Charles Firth (historian)

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Sir Charles Harding Firth

Born(1857-03-16)16 March 1857
Broom Spring House, Wilkinson Street, Ecclesall, Sheffield, England
Died19 February 1936(1936-02-19) (aged 78)
Resting placeWolvercote, Oxford
EducationClifton College
Alma materBalliol College, Oxford
Known forWorks on the English Civil War and the Commonwealth
TitleRegius Professor of Modern History
PredecessorFrederick York Powell
SuccessorHenry William Carless Davis

Sir Charles Harding Firth FBA (16 March 1857 – 19 February 1936) was a British historian. He was one of the founders of the Historical Association in 1906.[1] Esmond de Beer wrote that Firth "knew the men and women of the seventeenth century much as a man knows his friends and acquaintances, not only as characters but also in the whole moral and intellectual world in which they lived."[2]


Born in Sheffield, Firth was educated at Clifton College[3] and at Balliol College, Oxford. At university he received the Stanhope prize for an essay on Richard Wellesley, 1st Marquess Wellesley in 1877 and was a member of the exclusive Stubbs Society for high-achieving historians. He became lecturer at Pembroke College in 1887, and fellow of All Souls College in 1901. He was Ford's lecturer in English history in 1900, was elected FBA in 1903[4] and became Regius Professor of Modern History at Oxford in succession to Frederick York Powell in 1904. Firth's historical work was almost entirely confined to English history during the time of the English Civil War and the Commonwealth; and although he is somewhat overshadowed by S. R. Gardiner, who wrote about the same period, his books were highly regarded.

Teaching vs scholarship[edit]

Firth was a great friend and ally of T. F. Tout, who was professionalising the History undergraduate programme at Manchester University, especially by introducing a key element of individual study of original sources and production of a thesis. Firth's attempts to do likewise at Oxford brought him into bitter conflict with the college fellows, who had little research expertise of their own and saw no reason why their undergraduates should be made to acquire such arcane, even artisan, skills, given their likely careers. They saw Firth as a power-seeker for the university professoriate as against the role of the colleges as proven finishing-schools for the country and empire's future establishment. Firth failed but the twentieth century saw universities go his and Tout's way.[5]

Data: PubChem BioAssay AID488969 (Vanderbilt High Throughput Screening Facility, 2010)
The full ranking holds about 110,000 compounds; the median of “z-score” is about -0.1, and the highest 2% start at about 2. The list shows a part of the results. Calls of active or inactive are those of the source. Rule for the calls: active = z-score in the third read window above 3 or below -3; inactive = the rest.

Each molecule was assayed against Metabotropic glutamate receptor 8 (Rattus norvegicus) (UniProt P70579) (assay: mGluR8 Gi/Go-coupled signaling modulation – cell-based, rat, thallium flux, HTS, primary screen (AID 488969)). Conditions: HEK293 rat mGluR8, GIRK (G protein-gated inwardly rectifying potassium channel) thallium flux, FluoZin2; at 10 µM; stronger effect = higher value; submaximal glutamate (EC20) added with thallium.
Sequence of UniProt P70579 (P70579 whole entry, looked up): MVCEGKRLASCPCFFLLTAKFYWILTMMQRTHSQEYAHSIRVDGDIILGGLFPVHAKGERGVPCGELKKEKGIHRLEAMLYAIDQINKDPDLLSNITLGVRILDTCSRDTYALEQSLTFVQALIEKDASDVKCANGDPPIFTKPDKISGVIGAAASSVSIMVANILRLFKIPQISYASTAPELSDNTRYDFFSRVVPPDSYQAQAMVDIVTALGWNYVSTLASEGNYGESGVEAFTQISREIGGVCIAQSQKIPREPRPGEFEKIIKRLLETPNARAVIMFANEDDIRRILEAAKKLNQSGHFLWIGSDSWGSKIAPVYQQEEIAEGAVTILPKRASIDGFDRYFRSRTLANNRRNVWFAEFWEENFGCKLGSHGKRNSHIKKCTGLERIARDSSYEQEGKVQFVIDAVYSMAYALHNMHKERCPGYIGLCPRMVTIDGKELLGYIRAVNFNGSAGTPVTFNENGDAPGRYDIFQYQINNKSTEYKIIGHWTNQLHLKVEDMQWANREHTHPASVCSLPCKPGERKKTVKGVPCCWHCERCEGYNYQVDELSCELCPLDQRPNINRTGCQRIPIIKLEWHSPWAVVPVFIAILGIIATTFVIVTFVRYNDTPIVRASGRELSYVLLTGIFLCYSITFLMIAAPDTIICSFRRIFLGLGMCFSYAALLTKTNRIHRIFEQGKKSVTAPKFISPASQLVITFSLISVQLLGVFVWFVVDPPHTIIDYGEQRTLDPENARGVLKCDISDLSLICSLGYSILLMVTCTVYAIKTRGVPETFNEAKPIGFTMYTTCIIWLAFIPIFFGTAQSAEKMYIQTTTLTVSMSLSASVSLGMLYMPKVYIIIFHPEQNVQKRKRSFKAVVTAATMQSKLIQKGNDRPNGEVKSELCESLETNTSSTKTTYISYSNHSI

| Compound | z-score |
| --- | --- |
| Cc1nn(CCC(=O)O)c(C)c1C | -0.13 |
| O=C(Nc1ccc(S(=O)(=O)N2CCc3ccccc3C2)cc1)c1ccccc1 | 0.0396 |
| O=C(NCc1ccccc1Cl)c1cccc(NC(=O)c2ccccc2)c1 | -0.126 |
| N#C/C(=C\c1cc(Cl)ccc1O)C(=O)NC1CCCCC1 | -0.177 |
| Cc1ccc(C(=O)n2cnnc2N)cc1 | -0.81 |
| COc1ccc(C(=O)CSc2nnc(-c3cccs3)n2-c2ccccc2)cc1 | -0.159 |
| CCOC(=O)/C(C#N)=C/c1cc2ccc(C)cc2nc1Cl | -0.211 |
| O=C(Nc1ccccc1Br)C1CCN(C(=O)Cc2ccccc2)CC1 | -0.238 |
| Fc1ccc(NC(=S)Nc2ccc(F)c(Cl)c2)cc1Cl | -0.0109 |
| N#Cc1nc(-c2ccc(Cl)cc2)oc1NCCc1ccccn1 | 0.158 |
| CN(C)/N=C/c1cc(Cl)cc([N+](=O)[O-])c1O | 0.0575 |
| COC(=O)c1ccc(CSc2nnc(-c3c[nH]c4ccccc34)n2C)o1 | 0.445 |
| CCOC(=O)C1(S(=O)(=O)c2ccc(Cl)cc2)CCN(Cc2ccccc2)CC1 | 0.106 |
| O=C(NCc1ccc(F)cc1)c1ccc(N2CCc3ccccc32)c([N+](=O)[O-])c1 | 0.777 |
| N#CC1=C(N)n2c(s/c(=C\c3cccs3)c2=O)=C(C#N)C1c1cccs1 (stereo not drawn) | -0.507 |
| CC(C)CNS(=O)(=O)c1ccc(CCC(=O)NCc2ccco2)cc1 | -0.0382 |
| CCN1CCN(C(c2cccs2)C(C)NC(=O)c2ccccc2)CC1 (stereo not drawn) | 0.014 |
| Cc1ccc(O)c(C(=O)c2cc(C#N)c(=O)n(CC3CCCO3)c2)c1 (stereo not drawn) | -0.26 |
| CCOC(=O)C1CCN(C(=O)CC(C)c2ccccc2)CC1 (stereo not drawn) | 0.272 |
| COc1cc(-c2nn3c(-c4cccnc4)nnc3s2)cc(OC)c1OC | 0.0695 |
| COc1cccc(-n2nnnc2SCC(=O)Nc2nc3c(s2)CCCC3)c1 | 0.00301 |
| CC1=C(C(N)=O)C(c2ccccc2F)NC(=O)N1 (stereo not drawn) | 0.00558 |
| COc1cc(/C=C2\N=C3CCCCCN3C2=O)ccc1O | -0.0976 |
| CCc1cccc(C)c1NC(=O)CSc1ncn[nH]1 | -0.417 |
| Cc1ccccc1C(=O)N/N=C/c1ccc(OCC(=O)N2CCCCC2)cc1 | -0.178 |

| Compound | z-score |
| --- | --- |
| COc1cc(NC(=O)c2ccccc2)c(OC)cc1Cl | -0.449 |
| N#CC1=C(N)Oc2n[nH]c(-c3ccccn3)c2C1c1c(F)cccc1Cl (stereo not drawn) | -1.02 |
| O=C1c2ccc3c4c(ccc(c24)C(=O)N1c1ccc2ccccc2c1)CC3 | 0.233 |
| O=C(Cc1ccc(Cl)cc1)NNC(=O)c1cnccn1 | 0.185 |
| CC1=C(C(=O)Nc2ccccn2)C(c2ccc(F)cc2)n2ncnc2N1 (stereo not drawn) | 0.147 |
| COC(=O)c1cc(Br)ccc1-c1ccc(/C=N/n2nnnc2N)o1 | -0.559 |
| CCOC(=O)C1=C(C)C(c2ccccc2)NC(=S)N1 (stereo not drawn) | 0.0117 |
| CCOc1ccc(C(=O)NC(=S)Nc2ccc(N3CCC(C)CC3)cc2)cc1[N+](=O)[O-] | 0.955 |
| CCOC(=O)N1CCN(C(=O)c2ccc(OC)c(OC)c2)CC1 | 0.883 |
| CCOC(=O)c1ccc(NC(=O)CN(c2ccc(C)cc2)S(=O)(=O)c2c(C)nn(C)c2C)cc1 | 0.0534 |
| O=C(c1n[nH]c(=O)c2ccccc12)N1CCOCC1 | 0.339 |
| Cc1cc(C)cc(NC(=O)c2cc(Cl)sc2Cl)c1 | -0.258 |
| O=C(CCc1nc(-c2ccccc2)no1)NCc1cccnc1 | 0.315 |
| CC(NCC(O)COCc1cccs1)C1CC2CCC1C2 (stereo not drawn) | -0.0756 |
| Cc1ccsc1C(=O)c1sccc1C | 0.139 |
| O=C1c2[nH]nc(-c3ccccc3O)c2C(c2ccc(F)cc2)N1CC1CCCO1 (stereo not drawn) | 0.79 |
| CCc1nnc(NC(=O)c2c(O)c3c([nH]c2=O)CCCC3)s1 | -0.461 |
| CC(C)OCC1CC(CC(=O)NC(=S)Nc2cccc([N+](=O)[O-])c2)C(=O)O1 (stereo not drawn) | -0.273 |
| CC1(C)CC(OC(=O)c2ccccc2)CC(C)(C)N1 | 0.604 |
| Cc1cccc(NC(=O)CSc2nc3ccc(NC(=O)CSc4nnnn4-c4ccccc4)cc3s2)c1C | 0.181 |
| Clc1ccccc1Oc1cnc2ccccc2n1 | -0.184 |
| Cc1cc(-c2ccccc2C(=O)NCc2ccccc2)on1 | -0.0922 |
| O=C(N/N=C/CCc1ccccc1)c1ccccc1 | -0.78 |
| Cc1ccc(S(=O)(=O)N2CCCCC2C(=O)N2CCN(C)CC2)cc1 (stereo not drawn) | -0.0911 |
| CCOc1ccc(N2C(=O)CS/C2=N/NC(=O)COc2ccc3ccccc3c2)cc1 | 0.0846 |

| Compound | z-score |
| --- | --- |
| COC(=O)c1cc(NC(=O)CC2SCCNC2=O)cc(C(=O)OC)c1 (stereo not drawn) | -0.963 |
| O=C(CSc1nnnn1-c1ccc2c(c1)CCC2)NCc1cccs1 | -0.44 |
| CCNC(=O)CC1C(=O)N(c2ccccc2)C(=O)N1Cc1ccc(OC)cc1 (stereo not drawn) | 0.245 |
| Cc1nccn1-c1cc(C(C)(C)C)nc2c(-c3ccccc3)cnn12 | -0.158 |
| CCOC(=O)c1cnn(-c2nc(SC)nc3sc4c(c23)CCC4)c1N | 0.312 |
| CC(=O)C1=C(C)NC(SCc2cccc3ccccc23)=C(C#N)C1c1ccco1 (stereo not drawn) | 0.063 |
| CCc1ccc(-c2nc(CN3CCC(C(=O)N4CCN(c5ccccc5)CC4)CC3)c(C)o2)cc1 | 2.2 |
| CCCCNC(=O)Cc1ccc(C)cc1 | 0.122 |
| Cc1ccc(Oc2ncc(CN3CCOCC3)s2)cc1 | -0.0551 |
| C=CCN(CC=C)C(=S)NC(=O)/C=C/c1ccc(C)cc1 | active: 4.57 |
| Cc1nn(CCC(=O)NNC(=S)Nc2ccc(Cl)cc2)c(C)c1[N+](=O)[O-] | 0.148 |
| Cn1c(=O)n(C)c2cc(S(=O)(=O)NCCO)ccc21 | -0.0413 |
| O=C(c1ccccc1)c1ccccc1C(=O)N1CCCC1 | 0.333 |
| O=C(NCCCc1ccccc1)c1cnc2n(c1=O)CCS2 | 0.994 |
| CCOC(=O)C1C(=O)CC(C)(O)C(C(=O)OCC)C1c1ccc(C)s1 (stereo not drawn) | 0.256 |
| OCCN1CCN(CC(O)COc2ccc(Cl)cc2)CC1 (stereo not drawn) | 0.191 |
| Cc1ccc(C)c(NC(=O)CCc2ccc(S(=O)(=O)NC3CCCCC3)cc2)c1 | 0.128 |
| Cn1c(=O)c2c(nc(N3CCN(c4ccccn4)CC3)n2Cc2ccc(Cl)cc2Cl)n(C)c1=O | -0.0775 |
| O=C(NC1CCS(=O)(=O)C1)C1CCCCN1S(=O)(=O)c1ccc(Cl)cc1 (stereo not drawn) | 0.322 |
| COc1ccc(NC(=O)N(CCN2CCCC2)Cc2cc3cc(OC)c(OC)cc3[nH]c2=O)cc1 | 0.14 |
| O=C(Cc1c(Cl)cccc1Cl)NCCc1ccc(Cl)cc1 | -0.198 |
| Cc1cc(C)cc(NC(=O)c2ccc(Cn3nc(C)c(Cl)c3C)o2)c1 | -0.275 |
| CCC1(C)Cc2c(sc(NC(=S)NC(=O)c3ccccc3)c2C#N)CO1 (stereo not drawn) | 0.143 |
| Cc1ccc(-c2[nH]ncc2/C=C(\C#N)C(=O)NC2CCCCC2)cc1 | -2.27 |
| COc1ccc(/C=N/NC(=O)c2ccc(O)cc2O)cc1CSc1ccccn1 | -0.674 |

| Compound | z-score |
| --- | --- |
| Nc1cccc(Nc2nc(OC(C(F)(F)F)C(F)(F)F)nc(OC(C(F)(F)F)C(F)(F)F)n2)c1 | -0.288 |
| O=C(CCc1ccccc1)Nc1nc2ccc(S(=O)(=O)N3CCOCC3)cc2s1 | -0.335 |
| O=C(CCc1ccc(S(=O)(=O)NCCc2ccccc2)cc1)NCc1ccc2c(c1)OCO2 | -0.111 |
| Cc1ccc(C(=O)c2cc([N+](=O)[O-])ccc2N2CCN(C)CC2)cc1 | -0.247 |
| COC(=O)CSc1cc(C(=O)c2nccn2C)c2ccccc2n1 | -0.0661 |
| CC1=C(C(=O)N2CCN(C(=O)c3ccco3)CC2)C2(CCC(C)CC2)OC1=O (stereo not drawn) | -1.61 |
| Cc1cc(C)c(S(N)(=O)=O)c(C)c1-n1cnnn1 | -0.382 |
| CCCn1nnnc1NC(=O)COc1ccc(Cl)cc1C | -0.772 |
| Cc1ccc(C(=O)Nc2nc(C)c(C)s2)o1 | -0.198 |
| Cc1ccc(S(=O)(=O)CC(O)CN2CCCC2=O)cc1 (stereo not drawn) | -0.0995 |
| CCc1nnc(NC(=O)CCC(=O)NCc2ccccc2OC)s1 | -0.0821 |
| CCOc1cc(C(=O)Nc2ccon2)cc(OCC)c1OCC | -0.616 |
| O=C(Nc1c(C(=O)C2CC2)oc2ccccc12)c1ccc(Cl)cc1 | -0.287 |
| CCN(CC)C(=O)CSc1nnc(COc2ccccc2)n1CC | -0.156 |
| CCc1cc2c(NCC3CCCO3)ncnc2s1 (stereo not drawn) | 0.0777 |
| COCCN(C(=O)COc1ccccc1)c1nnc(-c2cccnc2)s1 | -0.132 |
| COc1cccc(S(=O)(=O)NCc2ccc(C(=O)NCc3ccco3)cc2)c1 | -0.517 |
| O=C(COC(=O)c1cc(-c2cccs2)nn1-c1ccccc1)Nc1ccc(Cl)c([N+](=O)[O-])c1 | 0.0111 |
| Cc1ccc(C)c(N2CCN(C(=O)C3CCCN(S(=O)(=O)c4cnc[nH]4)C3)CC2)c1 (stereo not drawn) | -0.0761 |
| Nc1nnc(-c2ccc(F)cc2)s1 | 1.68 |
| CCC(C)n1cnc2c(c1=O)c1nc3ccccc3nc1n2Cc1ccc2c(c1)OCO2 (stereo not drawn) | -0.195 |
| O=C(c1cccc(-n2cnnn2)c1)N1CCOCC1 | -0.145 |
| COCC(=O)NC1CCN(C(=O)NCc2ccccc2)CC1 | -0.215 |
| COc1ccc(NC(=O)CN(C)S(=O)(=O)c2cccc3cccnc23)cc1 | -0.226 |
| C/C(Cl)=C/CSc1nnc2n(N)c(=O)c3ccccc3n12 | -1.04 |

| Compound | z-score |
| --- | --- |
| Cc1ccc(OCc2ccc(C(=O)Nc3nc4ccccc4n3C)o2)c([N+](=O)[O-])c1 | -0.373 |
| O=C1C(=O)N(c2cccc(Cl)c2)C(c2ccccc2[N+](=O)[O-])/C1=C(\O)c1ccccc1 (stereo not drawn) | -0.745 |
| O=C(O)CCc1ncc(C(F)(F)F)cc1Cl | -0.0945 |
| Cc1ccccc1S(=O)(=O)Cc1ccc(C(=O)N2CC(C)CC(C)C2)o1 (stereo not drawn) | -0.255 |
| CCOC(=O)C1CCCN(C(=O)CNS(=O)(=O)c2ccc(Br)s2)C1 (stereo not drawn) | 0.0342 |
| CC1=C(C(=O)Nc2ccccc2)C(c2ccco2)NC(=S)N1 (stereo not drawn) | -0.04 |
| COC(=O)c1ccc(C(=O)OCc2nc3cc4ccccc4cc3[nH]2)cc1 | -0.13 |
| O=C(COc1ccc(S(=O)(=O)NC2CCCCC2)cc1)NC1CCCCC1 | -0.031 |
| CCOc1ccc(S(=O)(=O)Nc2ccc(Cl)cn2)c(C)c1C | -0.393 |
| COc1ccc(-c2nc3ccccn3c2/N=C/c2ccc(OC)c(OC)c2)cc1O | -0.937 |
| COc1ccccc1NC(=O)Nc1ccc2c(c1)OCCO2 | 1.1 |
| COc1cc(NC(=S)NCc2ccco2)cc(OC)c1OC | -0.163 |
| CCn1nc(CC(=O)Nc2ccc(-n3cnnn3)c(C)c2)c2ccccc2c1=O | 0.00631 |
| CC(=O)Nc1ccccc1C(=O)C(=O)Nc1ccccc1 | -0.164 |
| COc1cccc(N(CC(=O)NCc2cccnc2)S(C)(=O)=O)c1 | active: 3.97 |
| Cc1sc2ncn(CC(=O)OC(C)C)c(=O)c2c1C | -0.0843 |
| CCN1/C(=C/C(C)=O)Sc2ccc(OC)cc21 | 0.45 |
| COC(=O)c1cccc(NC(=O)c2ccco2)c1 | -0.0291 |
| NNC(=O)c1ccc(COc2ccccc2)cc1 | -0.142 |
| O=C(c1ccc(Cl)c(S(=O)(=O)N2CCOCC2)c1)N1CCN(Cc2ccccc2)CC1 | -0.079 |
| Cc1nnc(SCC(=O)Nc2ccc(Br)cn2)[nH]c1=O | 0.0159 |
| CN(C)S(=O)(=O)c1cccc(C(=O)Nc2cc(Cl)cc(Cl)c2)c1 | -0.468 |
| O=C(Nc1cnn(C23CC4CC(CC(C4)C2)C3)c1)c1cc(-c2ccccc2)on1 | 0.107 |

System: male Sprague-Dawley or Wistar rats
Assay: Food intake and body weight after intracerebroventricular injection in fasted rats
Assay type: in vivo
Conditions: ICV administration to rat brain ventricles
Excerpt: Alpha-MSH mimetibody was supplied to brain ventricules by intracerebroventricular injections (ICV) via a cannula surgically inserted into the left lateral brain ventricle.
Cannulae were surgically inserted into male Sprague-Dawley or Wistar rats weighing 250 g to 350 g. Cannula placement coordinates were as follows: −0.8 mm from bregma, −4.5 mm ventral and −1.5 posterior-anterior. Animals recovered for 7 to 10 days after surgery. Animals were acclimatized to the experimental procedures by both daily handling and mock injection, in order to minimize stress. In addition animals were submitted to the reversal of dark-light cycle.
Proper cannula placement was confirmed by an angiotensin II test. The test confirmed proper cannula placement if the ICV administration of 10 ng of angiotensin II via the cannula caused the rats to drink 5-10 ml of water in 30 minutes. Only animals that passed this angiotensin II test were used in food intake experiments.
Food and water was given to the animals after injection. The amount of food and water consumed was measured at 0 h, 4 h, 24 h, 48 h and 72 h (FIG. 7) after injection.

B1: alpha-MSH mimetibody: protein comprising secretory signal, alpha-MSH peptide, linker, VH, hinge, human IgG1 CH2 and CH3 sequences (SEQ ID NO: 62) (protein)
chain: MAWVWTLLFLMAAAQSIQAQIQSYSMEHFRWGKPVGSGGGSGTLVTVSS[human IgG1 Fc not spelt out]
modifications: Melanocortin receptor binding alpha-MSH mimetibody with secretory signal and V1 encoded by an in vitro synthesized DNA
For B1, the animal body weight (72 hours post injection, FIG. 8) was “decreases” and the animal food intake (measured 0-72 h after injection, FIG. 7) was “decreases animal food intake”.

He was elected a member of the American Antiquarian Society in 1892.[6]

He served as president of the Royal Historical Society from 1913 to 1917.[7]

His letters to Tout are in the latter's collection in the John Rylands Library, Manchester University.

Major works[edit]

He also edited the Clarke Papers (1891–1901), and Mrs Hutchinson's Memoirs of Colonel Hutchinson (1885), and wrote an introduction to the Stuart Tracts, 1603–1693 (1903), besides contributions to the Dictionary of National Biography. In 1909 he published The Last Years of the Protectorate.

Godfrey Davies, who had been Firth's student and then his research assistant at Oxford between 1910 and 1925, edited and published Firth's posthumously published works.

See also[edit]


  1. ^ Herbert Butterfield, "The History of the Historical Association" History Today (Jan 1956) 6#1 pp. 63–67.
  2. ^ E. S. de Beer, ed, The Diary of John Evelyn (Oxford: Clarendon Press, 1955), vol. 1., p. viii
  3. ^ "Clifton College Register" Muirhead, J.A.O. p28: Bristol; J.W Arrowsmith for Old Cliftonian Society; April, 1948
  4. ^ "FIRTH, Charles Harding". Who's Who. Vol. 59. 1907. p. 598.
  5. ^ Soffer, Reba (1987). "Nation, duty, character and confidence: history at Oxford, 1850–1914". Historical Journal. 30 (1): 77–104.
  6. ^ American Antiquarian Society Members Directory
  7. ^ "List of Presidents". The Royal Historical Society. Archived from the original on 16 July 2011. Retrieved 20 December 2010.

Further reading[edit]


External links[edit]

Academic offices
Preceded by President of the Royal Historical Society
Succeeded by